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New legislation in Sri Lanka

- The new Parliament Act on alcohol and tobacco control is a major breakthrough for public health promotion in Sri Lanka. And just as important, we have experienced how youth of a country can be a powerful force that can be effectively mobilized to take care of public health policies, says Pubudu Sumanasekara, the director of ADIC, the Alcohol and Drug Information Centre in Colombo.


This summer the Parliament of Sri Lanka, on a proposal by the Government, passed a new law with the purpose of eliminating tobacco and alcohol related harm and, by that, to protect the public health. The law is named “National Authority on Tobacco and Alcohol” and includes both a government body to follow up the alcohol and tobacco policies in Sri Lanka and a set of policy measures that will come into operation within short. – Our next challenge is the implementation of the new Act, says ADIC Director Mr. Sumanasekara. – It is our responsibility to keep an eye on the implementation, as we should expect violation of the act by the tobacco or alcohol industry or they might again go to court.

Sri Lanka is one of the many developing countries where the alcohol industry pushes hard to promote new drinking habits and increased consumption. Says Mr. Sumanasekara: - The new Act on alcohol and tobacco control will put an end to advertisements for such products. The Act also has the ambitious goal to stop all other types of promotion and marketing activities for alcohol and tobacco, like sponsorships for any educational, cultural, social or sporting organization, activity or event. The free distribution of alcohol products will also be prohibited, and the same is the case for sale through vending machines or other types of self-service systems.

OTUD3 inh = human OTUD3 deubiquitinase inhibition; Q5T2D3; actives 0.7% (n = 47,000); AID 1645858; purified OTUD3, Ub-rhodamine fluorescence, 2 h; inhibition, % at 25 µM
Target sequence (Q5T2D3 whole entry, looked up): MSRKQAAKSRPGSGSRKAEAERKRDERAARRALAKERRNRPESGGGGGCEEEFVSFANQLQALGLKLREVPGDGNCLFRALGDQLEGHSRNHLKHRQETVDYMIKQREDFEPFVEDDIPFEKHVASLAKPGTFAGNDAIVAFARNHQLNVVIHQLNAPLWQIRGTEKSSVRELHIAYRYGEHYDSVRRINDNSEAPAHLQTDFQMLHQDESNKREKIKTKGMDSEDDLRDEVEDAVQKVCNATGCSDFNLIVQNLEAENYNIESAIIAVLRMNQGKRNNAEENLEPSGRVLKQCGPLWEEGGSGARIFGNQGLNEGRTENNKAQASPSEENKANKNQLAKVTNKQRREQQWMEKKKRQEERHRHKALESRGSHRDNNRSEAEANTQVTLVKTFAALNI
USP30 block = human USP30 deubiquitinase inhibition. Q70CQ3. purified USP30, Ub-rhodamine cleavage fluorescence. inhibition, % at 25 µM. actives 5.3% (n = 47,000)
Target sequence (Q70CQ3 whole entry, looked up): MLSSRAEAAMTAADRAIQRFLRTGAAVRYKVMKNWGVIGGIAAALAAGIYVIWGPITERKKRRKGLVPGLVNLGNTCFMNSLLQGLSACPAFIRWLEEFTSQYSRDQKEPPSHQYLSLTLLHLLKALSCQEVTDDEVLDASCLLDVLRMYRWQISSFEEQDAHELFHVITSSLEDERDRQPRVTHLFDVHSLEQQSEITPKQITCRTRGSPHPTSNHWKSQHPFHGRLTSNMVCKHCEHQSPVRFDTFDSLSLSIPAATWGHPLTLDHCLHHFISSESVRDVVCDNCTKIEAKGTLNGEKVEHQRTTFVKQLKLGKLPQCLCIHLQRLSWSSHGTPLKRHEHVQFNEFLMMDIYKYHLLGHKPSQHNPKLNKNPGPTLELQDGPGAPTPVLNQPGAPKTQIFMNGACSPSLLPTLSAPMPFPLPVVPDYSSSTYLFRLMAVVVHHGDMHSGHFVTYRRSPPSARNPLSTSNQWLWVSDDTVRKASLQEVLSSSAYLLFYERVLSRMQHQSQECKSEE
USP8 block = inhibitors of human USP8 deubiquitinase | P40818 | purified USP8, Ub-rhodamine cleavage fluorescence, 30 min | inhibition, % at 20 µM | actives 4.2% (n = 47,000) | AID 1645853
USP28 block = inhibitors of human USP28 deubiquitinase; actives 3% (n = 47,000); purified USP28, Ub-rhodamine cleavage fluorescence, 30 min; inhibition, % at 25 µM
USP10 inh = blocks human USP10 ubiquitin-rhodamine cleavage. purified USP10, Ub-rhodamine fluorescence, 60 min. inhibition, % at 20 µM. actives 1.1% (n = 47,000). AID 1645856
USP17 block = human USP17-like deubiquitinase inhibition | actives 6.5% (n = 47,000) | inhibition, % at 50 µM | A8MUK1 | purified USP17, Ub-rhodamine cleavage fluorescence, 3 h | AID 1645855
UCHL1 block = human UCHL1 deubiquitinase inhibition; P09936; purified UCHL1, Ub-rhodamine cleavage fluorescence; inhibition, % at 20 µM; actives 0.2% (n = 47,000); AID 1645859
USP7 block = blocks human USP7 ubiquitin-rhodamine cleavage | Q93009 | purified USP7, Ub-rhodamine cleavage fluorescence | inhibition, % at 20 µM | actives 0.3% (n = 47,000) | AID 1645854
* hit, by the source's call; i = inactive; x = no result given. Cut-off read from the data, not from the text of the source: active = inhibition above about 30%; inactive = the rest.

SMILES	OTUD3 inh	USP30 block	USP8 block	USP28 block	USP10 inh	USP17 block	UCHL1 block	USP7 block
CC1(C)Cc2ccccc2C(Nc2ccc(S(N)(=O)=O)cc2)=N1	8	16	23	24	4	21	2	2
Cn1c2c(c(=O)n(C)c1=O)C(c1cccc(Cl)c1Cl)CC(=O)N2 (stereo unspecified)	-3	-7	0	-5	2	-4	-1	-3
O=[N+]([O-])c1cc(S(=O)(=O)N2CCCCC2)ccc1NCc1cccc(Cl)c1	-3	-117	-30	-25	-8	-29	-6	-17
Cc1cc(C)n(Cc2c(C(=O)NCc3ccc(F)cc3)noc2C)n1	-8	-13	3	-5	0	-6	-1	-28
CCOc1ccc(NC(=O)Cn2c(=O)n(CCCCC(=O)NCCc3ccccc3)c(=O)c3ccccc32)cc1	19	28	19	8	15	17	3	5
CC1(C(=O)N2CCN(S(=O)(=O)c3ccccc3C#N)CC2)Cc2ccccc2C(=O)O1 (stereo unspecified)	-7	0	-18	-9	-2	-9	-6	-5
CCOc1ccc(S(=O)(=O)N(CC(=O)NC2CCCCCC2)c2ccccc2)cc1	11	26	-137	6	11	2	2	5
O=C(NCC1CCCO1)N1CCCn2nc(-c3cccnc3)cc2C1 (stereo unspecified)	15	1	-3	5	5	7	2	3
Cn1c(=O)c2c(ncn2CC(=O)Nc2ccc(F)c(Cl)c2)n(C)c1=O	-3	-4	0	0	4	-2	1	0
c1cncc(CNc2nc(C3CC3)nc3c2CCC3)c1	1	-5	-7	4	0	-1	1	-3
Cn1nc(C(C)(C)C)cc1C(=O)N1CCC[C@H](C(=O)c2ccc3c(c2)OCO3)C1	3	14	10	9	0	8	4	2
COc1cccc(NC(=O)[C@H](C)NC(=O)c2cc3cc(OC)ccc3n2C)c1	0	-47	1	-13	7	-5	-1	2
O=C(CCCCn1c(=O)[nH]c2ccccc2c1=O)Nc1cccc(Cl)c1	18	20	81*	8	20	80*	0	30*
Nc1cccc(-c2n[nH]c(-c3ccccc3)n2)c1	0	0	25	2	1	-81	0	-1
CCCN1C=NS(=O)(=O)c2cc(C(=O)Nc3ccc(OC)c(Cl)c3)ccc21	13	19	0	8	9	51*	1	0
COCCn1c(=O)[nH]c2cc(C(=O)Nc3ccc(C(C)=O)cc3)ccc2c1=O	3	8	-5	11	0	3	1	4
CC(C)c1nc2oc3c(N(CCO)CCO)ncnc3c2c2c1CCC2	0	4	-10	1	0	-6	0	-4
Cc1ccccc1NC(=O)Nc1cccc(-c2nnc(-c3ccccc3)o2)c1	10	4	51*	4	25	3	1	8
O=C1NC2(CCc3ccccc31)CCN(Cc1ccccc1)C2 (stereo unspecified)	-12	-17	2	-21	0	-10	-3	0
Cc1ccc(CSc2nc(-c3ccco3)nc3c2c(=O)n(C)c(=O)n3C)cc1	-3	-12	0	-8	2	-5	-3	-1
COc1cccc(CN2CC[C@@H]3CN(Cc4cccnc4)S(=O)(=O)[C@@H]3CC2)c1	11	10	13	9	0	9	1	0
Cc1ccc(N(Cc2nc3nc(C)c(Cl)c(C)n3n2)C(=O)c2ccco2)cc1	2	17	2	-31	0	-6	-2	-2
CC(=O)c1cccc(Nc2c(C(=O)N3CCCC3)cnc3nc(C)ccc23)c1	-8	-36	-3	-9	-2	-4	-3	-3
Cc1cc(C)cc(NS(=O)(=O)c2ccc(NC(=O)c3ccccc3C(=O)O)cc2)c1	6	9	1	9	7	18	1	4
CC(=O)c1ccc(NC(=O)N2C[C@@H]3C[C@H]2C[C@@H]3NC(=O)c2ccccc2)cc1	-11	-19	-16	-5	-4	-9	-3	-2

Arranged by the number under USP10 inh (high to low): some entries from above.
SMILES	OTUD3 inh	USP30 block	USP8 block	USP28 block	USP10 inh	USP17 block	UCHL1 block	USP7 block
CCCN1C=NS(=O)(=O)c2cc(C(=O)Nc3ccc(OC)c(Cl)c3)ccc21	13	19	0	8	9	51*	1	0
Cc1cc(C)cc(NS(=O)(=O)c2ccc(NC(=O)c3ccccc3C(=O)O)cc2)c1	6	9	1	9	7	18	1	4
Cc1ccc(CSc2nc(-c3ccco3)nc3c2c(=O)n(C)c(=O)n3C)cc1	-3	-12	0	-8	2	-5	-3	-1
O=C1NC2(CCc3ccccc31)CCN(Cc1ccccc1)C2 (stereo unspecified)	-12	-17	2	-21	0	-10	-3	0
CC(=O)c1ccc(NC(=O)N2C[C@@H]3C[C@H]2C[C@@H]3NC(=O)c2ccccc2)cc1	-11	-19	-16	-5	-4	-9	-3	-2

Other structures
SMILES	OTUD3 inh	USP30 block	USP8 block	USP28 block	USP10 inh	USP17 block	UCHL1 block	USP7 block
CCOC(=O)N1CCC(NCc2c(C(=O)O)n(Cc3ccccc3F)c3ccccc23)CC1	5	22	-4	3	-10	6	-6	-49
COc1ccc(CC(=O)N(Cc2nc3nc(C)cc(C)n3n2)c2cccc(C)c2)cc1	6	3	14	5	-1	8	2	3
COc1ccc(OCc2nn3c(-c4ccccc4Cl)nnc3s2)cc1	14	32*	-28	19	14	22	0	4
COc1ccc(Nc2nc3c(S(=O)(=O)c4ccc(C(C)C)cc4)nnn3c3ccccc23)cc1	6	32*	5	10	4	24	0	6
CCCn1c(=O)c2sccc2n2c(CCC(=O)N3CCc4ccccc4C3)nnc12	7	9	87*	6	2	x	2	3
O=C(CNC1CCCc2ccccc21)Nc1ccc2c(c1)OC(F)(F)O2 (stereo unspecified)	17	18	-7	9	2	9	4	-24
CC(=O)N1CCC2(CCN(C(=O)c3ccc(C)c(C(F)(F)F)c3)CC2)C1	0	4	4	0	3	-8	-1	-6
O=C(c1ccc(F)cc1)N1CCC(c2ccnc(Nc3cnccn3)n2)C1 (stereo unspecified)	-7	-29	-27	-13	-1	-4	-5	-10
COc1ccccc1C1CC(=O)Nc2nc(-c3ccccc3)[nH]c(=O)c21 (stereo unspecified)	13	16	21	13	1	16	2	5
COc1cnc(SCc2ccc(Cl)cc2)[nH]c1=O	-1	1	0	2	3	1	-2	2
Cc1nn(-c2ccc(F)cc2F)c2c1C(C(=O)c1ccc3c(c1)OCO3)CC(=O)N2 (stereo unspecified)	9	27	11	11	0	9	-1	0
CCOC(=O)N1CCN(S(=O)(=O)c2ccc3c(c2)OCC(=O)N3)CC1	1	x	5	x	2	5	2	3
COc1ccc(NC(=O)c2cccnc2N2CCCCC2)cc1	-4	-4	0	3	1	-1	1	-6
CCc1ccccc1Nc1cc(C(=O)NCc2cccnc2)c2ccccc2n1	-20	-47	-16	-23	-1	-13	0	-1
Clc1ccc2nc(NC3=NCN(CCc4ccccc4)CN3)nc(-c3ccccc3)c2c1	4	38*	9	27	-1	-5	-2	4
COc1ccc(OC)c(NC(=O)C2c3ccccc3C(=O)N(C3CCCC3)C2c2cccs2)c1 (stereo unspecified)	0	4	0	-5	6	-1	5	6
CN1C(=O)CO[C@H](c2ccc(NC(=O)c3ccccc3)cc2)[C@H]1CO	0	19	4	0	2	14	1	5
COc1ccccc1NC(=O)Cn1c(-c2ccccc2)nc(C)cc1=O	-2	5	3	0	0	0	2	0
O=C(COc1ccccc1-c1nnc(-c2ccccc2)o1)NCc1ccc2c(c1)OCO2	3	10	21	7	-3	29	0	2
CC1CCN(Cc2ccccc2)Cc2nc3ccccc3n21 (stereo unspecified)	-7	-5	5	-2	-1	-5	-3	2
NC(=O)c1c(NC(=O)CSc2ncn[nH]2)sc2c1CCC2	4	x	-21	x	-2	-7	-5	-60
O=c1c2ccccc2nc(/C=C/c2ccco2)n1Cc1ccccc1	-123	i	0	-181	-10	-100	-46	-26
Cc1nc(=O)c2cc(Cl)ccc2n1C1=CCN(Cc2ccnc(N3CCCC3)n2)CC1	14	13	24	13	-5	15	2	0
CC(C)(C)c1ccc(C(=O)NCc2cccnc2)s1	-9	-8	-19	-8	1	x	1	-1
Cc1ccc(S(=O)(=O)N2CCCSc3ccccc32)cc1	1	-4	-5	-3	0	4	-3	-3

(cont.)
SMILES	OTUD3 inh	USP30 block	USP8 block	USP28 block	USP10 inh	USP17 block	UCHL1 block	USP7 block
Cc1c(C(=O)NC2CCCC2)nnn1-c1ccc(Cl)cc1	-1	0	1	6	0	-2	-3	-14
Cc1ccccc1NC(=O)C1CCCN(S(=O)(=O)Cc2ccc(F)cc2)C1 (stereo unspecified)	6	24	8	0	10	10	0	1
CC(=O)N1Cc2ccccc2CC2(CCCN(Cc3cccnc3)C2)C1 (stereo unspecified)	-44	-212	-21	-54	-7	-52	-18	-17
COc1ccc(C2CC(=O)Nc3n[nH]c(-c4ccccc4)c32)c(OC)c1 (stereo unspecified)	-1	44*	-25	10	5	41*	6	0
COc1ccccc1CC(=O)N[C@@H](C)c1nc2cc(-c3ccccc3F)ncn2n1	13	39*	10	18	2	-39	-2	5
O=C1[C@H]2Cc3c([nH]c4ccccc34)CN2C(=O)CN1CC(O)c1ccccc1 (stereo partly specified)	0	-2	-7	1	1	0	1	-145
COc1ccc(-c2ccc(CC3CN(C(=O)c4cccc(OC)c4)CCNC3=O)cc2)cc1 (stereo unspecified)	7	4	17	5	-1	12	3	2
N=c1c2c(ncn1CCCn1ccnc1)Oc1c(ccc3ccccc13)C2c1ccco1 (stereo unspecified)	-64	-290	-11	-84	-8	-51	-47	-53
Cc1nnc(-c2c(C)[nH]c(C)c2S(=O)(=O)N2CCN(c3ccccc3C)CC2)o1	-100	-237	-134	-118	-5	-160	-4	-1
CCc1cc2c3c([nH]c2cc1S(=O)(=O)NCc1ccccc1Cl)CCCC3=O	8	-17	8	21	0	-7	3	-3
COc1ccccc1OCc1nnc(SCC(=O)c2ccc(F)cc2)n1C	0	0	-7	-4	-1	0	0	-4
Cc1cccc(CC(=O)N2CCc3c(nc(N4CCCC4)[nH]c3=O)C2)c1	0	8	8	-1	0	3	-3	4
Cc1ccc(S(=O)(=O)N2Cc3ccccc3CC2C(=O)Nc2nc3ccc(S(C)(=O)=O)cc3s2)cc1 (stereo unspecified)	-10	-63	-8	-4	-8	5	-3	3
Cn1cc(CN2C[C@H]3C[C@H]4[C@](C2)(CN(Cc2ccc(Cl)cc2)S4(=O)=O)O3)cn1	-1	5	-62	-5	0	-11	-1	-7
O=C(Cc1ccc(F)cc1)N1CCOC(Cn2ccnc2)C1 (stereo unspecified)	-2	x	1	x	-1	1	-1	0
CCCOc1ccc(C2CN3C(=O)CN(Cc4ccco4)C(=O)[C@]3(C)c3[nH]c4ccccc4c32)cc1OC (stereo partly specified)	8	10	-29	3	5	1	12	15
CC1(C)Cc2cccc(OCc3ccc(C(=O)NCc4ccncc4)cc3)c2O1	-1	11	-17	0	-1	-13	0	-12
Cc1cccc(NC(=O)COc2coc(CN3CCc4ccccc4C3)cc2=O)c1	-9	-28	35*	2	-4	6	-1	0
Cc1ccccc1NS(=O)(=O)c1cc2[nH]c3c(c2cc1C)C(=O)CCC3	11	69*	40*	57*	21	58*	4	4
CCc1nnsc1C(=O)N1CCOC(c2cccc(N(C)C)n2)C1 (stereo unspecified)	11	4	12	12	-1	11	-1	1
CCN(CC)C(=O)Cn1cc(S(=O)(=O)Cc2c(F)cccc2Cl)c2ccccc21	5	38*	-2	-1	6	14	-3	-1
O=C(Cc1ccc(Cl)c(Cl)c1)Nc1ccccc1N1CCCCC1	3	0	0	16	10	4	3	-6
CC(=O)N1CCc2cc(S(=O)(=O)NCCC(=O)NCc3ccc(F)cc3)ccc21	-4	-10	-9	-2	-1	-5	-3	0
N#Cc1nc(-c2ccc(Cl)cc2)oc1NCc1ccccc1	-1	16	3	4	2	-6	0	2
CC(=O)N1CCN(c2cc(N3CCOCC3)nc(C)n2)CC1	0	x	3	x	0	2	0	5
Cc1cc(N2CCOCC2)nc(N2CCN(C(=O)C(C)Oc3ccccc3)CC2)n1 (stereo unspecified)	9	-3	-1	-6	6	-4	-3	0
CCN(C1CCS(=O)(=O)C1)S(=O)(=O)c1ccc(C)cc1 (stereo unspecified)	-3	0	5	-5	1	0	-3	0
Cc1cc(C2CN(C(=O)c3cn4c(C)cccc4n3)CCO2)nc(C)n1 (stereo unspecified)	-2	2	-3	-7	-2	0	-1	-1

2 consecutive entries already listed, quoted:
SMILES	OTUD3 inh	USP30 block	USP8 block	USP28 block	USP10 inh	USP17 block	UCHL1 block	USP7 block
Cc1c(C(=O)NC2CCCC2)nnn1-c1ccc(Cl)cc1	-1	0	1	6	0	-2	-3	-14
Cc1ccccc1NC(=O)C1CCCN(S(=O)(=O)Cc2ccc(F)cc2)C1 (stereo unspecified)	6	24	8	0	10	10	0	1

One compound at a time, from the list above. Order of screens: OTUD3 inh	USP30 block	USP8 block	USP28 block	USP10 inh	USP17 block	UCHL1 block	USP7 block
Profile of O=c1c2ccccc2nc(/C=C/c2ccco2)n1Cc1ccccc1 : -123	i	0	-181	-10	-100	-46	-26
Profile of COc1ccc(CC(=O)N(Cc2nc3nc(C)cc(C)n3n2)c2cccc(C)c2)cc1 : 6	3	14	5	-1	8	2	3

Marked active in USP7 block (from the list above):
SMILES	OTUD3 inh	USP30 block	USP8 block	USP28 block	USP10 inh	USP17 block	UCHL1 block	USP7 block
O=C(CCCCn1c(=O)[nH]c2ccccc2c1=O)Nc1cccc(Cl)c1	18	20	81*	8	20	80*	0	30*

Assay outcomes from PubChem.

Another ambition of the Act is to curtail the access to tobacco products and alcohol products, especially for children and youth. Followingly, the legal purchasing age for alcohol will be raised to 21 years, and the seller will be liable.

- It has been a long process, comments Ms Pamodinee Wijayanayake of FORUT Sri Lanka. She was the Director of ADIC until recently and has followed the process leading up to the decision of the Sri Lankan parliament. – It started out with a Presidential Task Force in the mid-90s, which drafted a new Act, and this Act was adopted by the Cabinet in 1999. The draft Act then entered into the Parliaments Order Paper in 1999.

Nothing happened to the proposed bill before it re-emerged as a Private Members Bill. Then it was challenged at the Supreme Court of Sri Lanka in 2005/2006, but the Court ruled the bill not to be in conflict with the constitution of the country.

- An important step was taken by the government when the Bill was adopted by the Hon. Minister of Health and presented to the Parliament is his name, says Ms. Wijayanayake. She explains that ADIC and its partners in the NGO and scientific communities, and in particular the youth organizations 4U, have played an important part in the process leading up to the new policy in Sri Lanka. – It has been essential to show that alcohol and tobacco prevention is both an important professional issue and a peoples’ issue. Therefore we have been working on several areas. ADIC and our partners in the scientific community have acted as professional agencies, providing information and documentation, also from other countries and regions. We have also presented alternative policy options, based on experiences from other countries, as well as drafted texts for politicians and the government administration.

- On the other hand we have mobilized many groups in the civil society in support of the new policy. We convened the first NGO Policy Forum to discuss alcohol and tobacco prevention, and after that several organizations have made the new alcohol policy a part of their priorities. Another example is the new youth movement 4U, which has been instrumental in mobilizing young people of Sri Lanka. They set out to collect one million signatures in support of the bill, but suddenly the parliament process speeded up and the bill was adopted when 4U had collected “only” 50.000 signatures! Now the 4U movement will mobilize in support of a rapid and proper implementation of the bill, says Ms. Pamodinee Wijayanayake of FORUT Sri Lanka.



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